Every year since 1983, May has been proclaimed Motorcycle Awareness Month by the Governor of Illinois, and by the many local and county governments that sign proclamations presented by A.B.A.T.E. of Illinois, Inc. (A Brotherhood Aimed Toward Education). The goal of this group is to make people aware that with the onset of the warm weather, motorcyclist will be returning to the roads and highways, therefor being mindful of their presences is of utmost importance so as to avoid fatalities.
Statistical data on crash causation reveal that when motorcyclists crash with other vehicles, the other vehicle driver has often violated the motorcyclist’s right of way. Drivers may not expect to see motorcyclists on the road and may simply not recognize a motorcyclist in their direct line of sight. Crashes that happen when a driver pulls into the path of an oncoming motorcyclist and claims not to have seen him/her approaching are often called “looked but failed to see” crashes. (information from here)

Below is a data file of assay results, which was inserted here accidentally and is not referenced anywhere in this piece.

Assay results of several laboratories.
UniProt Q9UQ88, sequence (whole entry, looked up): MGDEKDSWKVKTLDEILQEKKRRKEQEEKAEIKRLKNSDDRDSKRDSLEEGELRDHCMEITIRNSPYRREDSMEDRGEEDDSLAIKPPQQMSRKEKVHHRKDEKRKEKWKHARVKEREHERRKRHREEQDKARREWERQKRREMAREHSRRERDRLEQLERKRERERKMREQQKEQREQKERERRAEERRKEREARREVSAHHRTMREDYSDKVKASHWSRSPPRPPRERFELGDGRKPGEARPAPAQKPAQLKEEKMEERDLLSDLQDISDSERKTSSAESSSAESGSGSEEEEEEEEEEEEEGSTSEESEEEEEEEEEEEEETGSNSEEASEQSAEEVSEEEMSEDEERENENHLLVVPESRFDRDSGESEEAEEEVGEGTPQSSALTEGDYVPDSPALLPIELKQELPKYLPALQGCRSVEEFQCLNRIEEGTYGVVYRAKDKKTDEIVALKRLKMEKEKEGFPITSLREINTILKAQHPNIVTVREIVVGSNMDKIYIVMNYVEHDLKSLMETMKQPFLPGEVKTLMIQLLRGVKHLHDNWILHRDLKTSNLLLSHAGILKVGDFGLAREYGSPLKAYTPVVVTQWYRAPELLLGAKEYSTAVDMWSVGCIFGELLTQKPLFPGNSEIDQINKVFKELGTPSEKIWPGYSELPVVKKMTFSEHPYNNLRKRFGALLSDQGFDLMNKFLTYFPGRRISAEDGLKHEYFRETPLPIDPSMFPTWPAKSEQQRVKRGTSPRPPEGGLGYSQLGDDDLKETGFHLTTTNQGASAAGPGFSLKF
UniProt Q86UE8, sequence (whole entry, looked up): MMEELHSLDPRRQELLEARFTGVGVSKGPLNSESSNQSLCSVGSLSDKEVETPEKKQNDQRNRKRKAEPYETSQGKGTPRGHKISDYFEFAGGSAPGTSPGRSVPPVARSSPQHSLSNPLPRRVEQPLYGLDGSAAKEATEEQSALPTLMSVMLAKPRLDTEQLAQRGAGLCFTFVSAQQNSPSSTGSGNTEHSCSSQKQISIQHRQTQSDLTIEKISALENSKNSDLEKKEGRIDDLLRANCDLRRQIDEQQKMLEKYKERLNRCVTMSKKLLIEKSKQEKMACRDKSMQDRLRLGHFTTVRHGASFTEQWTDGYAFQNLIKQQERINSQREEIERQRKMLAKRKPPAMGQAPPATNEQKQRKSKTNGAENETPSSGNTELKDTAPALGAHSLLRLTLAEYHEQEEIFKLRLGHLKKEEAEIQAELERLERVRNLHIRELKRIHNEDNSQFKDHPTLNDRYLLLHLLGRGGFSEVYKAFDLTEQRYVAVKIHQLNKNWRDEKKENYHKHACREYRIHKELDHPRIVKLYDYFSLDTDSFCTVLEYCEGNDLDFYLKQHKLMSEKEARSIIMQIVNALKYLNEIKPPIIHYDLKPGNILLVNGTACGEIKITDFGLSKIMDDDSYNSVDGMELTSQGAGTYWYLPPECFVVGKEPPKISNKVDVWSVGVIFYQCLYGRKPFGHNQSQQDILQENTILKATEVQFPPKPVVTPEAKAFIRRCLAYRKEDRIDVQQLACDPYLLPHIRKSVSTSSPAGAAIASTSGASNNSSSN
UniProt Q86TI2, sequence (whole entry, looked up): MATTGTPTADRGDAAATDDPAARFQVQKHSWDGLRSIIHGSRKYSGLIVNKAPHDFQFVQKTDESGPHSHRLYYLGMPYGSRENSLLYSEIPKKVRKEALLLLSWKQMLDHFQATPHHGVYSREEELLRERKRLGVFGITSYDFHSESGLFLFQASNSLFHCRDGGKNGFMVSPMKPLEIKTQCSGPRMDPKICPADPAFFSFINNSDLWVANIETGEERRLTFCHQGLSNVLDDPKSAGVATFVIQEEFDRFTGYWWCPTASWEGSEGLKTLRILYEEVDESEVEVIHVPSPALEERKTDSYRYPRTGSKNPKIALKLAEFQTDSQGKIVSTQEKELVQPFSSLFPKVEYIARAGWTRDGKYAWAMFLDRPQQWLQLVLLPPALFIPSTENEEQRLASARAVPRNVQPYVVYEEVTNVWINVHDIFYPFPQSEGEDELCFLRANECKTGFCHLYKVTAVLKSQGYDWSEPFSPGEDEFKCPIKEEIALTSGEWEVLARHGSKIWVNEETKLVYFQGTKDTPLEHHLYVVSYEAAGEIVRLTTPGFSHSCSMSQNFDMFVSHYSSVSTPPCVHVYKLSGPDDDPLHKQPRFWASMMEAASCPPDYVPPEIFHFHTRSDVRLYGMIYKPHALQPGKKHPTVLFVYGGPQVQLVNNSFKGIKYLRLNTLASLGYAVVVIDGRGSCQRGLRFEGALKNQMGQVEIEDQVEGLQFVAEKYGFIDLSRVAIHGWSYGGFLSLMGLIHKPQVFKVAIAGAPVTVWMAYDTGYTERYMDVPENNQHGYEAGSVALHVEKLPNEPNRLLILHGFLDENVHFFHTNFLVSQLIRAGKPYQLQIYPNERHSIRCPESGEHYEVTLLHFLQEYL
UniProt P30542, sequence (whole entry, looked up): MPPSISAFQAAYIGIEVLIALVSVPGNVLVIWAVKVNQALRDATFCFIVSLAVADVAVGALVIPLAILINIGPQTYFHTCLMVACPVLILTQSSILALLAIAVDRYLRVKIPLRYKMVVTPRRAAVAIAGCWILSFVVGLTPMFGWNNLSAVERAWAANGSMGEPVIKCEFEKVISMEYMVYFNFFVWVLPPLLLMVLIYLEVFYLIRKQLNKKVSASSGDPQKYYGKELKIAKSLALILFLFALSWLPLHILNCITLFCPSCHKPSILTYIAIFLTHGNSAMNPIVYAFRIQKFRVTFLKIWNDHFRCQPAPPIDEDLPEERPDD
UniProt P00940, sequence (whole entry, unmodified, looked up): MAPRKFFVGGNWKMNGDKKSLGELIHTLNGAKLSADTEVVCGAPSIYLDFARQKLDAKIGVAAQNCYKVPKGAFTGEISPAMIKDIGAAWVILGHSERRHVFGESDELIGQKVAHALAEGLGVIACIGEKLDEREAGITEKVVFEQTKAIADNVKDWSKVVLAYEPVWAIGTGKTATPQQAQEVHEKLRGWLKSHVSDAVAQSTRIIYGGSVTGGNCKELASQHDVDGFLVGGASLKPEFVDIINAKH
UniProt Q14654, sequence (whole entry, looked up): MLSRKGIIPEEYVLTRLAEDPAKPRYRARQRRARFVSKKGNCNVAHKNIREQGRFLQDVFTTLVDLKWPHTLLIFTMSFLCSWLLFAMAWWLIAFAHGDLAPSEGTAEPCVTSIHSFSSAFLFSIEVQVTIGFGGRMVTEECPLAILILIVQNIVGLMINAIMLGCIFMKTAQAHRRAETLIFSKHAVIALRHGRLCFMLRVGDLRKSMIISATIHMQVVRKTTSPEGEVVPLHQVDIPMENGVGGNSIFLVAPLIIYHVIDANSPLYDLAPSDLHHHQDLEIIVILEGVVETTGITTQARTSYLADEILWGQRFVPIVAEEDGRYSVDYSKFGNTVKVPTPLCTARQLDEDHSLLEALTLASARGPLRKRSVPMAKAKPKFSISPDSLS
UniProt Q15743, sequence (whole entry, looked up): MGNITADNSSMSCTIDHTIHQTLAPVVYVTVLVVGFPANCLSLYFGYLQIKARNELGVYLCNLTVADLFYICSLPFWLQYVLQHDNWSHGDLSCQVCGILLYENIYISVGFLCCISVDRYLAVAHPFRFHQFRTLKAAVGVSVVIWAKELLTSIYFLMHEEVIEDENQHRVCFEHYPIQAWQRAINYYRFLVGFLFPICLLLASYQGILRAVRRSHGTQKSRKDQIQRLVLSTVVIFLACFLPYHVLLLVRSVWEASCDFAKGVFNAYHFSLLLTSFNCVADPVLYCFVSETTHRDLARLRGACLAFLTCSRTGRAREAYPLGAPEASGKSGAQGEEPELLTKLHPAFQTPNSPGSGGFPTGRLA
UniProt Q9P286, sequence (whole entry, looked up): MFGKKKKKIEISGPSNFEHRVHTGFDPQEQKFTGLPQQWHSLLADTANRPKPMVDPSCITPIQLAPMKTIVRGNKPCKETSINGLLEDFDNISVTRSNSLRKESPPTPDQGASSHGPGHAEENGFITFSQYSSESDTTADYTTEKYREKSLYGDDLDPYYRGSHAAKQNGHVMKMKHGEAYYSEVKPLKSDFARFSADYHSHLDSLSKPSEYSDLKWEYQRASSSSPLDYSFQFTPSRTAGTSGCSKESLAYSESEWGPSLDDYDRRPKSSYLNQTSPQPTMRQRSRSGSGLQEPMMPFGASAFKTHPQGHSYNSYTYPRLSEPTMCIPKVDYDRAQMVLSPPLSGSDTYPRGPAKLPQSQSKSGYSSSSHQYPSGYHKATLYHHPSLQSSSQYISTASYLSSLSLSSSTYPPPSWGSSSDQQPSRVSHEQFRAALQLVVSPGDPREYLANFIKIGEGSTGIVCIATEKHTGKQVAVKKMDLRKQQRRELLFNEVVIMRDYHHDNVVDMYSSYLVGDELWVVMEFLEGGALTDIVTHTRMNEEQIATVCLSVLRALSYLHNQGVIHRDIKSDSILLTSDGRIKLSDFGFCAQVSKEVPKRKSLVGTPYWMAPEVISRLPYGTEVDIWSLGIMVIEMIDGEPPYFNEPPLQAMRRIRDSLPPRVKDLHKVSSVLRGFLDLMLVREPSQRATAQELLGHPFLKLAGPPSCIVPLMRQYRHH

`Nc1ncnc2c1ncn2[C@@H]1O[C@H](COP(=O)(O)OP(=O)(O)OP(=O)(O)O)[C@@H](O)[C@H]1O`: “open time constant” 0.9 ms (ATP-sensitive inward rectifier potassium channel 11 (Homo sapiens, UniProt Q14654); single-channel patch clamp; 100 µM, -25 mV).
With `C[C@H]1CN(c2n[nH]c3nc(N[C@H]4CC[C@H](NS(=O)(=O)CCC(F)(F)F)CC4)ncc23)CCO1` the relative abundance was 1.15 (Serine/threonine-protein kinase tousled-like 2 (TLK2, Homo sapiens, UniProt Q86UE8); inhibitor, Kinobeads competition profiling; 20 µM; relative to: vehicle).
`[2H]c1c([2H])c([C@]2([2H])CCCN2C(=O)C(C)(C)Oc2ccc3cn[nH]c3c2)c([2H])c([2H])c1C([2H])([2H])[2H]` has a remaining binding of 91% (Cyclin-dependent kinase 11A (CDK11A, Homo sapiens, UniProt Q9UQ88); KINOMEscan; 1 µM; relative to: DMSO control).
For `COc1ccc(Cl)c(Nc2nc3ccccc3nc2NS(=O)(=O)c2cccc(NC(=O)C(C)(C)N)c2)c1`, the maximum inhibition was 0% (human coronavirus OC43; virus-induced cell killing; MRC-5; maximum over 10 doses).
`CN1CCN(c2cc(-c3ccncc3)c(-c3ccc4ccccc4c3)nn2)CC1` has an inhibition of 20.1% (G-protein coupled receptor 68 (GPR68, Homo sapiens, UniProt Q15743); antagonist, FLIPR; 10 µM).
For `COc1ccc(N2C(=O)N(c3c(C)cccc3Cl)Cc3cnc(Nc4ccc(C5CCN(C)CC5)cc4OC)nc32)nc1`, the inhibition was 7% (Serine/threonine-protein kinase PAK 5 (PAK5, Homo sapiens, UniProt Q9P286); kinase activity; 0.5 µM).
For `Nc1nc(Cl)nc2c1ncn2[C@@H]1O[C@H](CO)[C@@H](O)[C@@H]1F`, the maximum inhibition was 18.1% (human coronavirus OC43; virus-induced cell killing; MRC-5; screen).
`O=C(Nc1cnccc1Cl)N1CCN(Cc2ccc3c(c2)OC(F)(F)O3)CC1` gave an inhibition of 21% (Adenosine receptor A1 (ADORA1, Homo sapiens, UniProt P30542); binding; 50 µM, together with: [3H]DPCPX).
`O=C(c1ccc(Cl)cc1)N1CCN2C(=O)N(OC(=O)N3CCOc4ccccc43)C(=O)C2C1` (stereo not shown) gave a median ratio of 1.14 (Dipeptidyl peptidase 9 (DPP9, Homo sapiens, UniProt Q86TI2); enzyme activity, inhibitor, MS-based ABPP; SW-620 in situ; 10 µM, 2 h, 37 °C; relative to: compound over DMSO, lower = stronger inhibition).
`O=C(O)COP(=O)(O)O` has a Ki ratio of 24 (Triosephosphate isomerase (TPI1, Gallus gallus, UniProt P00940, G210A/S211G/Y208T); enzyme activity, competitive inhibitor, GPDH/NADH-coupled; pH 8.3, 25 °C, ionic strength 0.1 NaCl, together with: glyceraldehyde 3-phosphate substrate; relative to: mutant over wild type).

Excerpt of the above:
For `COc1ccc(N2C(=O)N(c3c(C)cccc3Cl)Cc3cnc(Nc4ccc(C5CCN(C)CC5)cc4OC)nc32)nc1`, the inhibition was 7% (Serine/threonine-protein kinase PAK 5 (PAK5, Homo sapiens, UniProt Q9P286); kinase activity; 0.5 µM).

As a result of these types of crashes some States and motorcyclist organizations such as ABATE have developed communication and outreach campaigns to increase other drivers’ awareness of motorcyclists as well as urge motorcyclists to take an accredited rider training courses, such as the ones provided by Illinois Department of Transportation (IDOT).
To launch Motorcycle Awareness Month, ABATE organized a rally. Six hundred and fifty bikers from all over Illinois gathered in Springfield, today, to ride in the Annual Freedom and Awareness Parade. Riders gathered at the IDOT building parking lot at 8:00 a.m. for the lineup. At 1:00 p.m. bikers road towards the Capitol Building, where they parked their bikes and gathered around to listen to dedications and speeches.